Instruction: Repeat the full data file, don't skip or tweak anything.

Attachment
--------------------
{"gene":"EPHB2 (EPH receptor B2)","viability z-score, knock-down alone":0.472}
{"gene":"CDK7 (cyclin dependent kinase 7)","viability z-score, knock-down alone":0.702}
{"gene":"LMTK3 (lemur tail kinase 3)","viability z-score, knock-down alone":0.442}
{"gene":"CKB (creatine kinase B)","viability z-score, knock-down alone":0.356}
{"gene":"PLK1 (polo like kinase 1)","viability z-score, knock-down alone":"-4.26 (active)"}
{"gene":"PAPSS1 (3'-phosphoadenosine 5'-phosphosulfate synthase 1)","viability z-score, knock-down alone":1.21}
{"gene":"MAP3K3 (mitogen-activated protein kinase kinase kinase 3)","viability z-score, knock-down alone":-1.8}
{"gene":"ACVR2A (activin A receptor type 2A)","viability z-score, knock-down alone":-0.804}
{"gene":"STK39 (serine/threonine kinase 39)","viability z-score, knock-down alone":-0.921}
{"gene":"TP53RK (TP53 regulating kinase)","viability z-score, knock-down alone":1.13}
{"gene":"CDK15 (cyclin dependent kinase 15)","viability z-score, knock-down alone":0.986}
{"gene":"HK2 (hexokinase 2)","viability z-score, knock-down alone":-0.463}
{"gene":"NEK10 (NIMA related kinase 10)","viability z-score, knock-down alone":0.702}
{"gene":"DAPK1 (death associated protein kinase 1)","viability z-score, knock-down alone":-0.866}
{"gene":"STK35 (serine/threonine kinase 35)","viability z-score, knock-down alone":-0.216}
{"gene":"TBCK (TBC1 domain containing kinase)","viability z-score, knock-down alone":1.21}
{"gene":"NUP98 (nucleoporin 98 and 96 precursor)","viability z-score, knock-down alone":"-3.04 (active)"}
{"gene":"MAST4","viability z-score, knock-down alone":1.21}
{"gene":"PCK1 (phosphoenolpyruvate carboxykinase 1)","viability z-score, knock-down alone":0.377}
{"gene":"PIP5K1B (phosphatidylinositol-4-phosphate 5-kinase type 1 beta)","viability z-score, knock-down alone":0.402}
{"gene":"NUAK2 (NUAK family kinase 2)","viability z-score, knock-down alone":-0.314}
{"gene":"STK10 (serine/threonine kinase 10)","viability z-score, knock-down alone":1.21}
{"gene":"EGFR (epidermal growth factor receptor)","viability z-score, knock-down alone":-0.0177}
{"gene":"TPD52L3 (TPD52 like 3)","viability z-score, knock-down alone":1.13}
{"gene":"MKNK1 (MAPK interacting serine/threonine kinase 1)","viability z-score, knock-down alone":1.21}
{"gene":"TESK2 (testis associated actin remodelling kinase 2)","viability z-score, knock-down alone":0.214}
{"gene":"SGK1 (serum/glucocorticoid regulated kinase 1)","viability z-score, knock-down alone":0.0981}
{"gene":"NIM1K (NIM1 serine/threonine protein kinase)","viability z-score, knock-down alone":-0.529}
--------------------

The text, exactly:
{"gene":"EPHB2 (EPH receptor B2)","viability z-score, knock-down alone":0.472}
{"gene":"CDK7 (cyclin dependent kinase 7)","viability z-score, knock-down alone":0.702}
{"gene":"LMTK3 (lemur tail kinase 3)","viability z-score, knock-down alone":0.442}
{"gene":"CKB (creatine kinase B)","viability z-score, knock-down alone":0.356}
{"gene":"PLK1 (polo like kinase 1)","viability z-score, knock-down alone":"-4.26 (active)"}
{"gene":"PAPSS1 (3'-phosphoadenosine 5'-phosphosulfate synthase 1)","viability z-score, knock-down alone":1.21}
{"gene":"MAP3K3 (mitogen-activated protein kinase kinase kinase 3)","viability z-score, knock-down alone":-1.8}
{"gene":"ACVR2A (activin A receptor type 2A)","viability z-score, knock-down alone":-0.804}
{"gene":"STK39 (serine/threonine kinase 39)","viability z-score, knock-down alone":-0.921}
{"gene":"TP53RK (TP53 regulating kinase)","viability z-score, knock-down alone":1.13}
{"gene":"CDK15 (cyclin dependent kinase 15)","viability z-score, knock-down alone":0.986}
{"gene":"HK2 (hexokinase 2)","viability z-score, knock-down alone":-0.463}
{"gene":"NEK10 (NIMA related kinase 10)","viability z-score, knock-down alone":0.702}
{"gene":"DAPK1 (death associated protein kinase 1)","viability z-score, knock-down alone":-0.866}
{"gene":"STK35 (serine/threonine kinase 35)","viability z-score, knock-down alone":-0.216}
{"gene":"TBCK (TBC1 domain containing kinase)","viability z-score, knock-down alone":1.21}
{"gene":"NUP98 (nucleoporin 98 and 96 precursor)","viability z-score, knock-down alone":"-3.04 (active)"}
{"gene":"MAST4","viability z-score, knock-down alone":1.21}
{"gene":"PCK1 (phosphoenolpyruvate carboxykinase 1)","viability z-score, knock-down alone":0.377}
{"gene":"PIP5K1B (phosphatidylinositol-4-phosphate 5-kinase type 1 beta)","viability z-score, knock-down alone":0.402}
{"gene":"NUAK2 (NUAK family kinase 2)","viability z-score, knock-down alone":-0.314}
{"gene":"STK10 (serine/threonine kinase 10)","viability z-score, knock-down alone":1.21}
{"gene":"EGFR (epidermal growth factor receptor)","viability z-score, knock-down alone":-0.0177}
{"gene":"TPD52L3 (TPD52 like 3)","viability z-score, knock-down alone":1.13}
{"gene":"MKNK1 (MAPK interacting serine/threonine kinase 1)","viability z-score, knock-down alone":1.21}
{"gene":"TESK2 (testis associated actin remodelling kinase 2)","viability z-score, knock-down alone":0.214}
{"gene":"SGK1 (serum/glucocorticoid regulated kinase 1)","viability z-score, knock-down alone":0.0981}
{"gene":"NIM1K (NIM1 serine/threonine protein kinase)","viability z-score, knock-down alone":-0.529}